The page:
From 1984 to 1993, the country had hit rock bottom, in spite of attempts by the Buhari/Idiagbon administration to shock the citizenry into reality. The country was on a rapid descent into Third World status; an unfortunate state for a nation that gained independence at a developing or Second World level. Our leaders had moved us from where they found us in 1960 – middle of the bus – to the back of the bus, and ever since then we have been groping in the dark for the door out of this bus. During the period under review, corruption became officially institutionalized, in an attempted by the leadership to spread the national cake and, in their words, ease the economic hardship of IMF-imposed austerity measures. Along with corruption came moral and spiritual bankruptcy. Pen robbery was sanctioned at the highest seat of government, leading to increase in serious and violent crimes at the lower level; dissent was muscled and muffled at every level, sanctioned killings were the order of the day and, not to be outdone, religious institutions and their leadership joined the game. Education, healthcare, and other social amenities declined to the level of non-existence. Our roads became death traps, railway service ground to a halt, and Nigeria Airways was reduced to a hand-full of planes used by top government officials; with time, event that was history.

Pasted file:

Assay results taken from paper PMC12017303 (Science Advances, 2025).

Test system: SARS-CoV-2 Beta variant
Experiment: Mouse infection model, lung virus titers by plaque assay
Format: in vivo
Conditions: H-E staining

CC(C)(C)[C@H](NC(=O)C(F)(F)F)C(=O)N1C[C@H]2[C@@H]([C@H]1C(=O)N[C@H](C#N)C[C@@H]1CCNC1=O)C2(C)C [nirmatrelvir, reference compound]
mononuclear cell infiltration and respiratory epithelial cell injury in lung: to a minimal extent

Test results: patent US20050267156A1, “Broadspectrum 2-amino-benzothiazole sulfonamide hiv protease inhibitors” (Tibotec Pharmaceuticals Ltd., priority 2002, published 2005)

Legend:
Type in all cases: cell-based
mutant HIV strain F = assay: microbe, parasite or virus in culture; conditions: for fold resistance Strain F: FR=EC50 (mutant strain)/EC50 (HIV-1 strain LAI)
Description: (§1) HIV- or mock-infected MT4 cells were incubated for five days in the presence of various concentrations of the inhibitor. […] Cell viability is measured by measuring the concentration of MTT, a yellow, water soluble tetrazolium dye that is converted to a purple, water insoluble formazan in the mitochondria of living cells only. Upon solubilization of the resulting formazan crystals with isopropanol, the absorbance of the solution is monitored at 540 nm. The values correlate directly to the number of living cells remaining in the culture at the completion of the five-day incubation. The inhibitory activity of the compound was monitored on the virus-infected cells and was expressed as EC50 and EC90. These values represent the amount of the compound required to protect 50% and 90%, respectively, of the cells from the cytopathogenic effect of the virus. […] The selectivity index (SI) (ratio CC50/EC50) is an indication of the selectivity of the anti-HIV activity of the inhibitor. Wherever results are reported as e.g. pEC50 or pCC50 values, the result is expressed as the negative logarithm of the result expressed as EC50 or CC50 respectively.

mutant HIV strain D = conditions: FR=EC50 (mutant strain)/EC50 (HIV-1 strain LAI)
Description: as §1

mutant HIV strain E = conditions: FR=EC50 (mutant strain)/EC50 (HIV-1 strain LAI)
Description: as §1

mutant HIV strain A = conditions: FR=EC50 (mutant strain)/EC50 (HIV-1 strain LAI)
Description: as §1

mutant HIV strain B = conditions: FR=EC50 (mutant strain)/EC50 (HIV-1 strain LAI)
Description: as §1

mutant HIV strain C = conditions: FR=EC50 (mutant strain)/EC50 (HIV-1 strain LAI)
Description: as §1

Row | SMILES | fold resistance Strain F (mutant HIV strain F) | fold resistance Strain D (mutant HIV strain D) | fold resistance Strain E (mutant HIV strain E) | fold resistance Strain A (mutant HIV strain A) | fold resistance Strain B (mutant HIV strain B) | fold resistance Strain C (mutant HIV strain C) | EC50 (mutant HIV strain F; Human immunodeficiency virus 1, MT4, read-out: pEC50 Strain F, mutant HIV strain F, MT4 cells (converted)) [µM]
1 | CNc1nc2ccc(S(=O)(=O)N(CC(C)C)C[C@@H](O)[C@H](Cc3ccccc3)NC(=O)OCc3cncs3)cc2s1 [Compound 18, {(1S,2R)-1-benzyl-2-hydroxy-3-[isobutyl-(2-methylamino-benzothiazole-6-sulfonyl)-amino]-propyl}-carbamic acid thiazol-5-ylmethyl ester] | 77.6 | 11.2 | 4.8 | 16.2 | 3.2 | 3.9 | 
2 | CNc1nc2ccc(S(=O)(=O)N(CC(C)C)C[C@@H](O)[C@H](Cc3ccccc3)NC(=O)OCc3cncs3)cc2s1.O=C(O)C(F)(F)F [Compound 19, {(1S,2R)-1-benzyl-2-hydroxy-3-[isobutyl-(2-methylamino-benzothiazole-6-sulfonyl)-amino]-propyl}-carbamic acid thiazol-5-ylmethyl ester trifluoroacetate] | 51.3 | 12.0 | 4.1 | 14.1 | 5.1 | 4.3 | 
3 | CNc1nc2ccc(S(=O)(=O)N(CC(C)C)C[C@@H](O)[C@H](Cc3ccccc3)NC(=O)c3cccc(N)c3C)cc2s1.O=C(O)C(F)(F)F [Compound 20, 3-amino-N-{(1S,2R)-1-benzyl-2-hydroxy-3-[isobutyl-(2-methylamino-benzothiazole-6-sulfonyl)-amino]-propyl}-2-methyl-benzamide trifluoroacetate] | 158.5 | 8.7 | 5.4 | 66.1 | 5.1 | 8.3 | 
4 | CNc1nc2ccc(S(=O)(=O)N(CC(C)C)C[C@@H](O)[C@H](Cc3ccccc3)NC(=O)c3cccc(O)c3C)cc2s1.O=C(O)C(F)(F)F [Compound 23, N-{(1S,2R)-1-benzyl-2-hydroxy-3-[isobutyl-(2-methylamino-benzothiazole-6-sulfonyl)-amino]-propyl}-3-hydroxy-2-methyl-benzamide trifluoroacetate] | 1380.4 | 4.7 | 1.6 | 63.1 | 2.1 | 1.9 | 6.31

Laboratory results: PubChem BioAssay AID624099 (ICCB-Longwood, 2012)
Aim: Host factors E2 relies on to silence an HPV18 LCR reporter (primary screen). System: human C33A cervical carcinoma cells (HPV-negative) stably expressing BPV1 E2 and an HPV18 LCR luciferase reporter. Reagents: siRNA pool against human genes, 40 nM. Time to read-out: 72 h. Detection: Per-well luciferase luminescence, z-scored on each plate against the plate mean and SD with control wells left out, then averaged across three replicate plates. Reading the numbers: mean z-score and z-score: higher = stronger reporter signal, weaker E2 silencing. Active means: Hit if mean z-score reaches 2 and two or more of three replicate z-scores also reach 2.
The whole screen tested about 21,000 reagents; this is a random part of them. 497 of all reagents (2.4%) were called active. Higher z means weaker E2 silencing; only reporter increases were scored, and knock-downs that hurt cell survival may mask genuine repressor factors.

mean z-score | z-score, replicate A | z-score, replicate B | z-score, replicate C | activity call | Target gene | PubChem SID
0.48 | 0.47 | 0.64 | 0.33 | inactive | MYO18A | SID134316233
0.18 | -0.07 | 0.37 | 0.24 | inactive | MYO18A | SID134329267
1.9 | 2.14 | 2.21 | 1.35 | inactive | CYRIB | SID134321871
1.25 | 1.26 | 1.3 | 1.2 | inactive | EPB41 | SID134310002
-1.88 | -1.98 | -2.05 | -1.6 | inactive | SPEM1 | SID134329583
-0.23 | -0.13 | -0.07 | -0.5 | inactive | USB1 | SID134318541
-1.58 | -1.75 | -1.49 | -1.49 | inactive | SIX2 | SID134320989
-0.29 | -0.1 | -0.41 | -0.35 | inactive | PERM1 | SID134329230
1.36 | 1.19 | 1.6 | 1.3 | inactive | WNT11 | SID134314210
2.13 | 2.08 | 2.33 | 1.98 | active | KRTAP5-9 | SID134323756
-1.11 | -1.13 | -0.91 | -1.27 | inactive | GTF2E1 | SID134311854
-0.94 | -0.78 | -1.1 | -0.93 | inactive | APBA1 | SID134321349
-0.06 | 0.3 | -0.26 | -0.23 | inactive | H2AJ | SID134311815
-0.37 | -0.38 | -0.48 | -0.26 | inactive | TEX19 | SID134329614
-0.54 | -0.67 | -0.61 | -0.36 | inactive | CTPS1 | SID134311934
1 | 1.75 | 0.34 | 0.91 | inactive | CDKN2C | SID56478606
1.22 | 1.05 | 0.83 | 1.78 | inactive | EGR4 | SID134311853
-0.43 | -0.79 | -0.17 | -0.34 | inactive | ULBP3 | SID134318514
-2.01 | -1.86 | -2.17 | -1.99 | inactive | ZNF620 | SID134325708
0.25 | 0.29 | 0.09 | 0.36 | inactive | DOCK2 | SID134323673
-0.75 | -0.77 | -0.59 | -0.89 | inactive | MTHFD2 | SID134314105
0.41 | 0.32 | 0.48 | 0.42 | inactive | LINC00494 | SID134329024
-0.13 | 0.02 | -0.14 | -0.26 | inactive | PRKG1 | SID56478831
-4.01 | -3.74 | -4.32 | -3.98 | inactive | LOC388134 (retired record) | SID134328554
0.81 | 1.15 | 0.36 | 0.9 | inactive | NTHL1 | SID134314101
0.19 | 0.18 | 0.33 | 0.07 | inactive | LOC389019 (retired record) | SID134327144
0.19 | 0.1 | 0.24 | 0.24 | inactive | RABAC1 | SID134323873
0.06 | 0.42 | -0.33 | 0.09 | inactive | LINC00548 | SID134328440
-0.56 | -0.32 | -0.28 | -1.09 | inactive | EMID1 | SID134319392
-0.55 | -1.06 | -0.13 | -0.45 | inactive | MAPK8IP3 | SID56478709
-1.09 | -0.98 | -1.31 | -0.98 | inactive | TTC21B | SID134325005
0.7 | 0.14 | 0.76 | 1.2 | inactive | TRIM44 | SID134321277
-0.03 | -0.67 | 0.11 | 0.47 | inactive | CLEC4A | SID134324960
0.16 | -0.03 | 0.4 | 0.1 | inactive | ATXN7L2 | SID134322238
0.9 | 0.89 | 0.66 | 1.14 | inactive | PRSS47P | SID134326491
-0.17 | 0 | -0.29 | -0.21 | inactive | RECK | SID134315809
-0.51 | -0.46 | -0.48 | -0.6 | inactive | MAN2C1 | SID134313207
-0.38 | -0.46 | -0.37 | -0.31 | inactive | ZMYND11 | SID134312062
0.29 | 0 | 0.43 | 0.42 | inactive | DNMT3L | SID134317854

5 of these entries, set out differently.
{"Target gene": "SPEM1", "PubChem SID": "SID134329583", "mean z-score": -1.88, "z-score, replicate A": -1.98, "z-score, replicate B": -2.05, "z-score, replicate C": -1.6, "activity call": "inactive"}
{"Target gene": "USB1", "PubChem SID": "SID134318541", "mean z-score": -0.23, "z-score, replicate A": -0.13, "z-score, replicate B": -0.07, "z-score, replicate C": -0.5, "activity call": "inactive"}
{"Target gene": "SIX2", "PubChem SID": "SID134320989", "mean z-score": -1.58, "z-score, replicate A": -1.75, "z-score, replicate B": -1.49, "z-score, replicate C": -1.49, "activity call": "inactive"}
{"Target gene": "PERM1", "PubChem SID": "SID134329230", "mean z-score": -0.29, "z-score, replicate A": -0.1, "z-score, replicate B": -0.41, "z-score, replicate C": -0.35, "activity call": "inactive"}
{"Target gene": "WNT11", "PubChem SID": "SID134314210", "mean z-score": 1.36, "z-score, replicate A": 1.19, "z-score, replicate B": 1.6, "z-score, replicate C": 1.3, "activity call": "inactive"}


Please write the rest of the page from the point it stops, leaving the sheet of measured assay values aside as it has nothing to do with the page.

Nigeria’s security agency personnel spent more time collecting bribes than solving crimes. Though the overall number of universities doubled, the quality of education was at that level was at par, and sometimes lower, with those of secondary school students in the US and Europe. The Nigerian Middle Class disappeared, while illiterate business men and soldiers graduated from bicycle owners to private jet owners overnight, even as manufacturing fell to 35% of capacity. Hospitals were reduced to places where Nigerians go to die, and our primary – and most secondary – schools moved from under zinc roofs to under tree branches. Yet, during the same period, Nigeria’s oil revenue multiplied five-fold, and most of the former British colonies that gained independence the same time as Nigeria, continued on a progressive path to economic and social greatness, even under dictatorships. With no new refineries in over ten years, no other functional international air or sea port, except the ones in Lagos, the wheels were truly coming off the bus of Nigeria’ overall progress, and our leaders remained clueless, even with frequent changes at the top.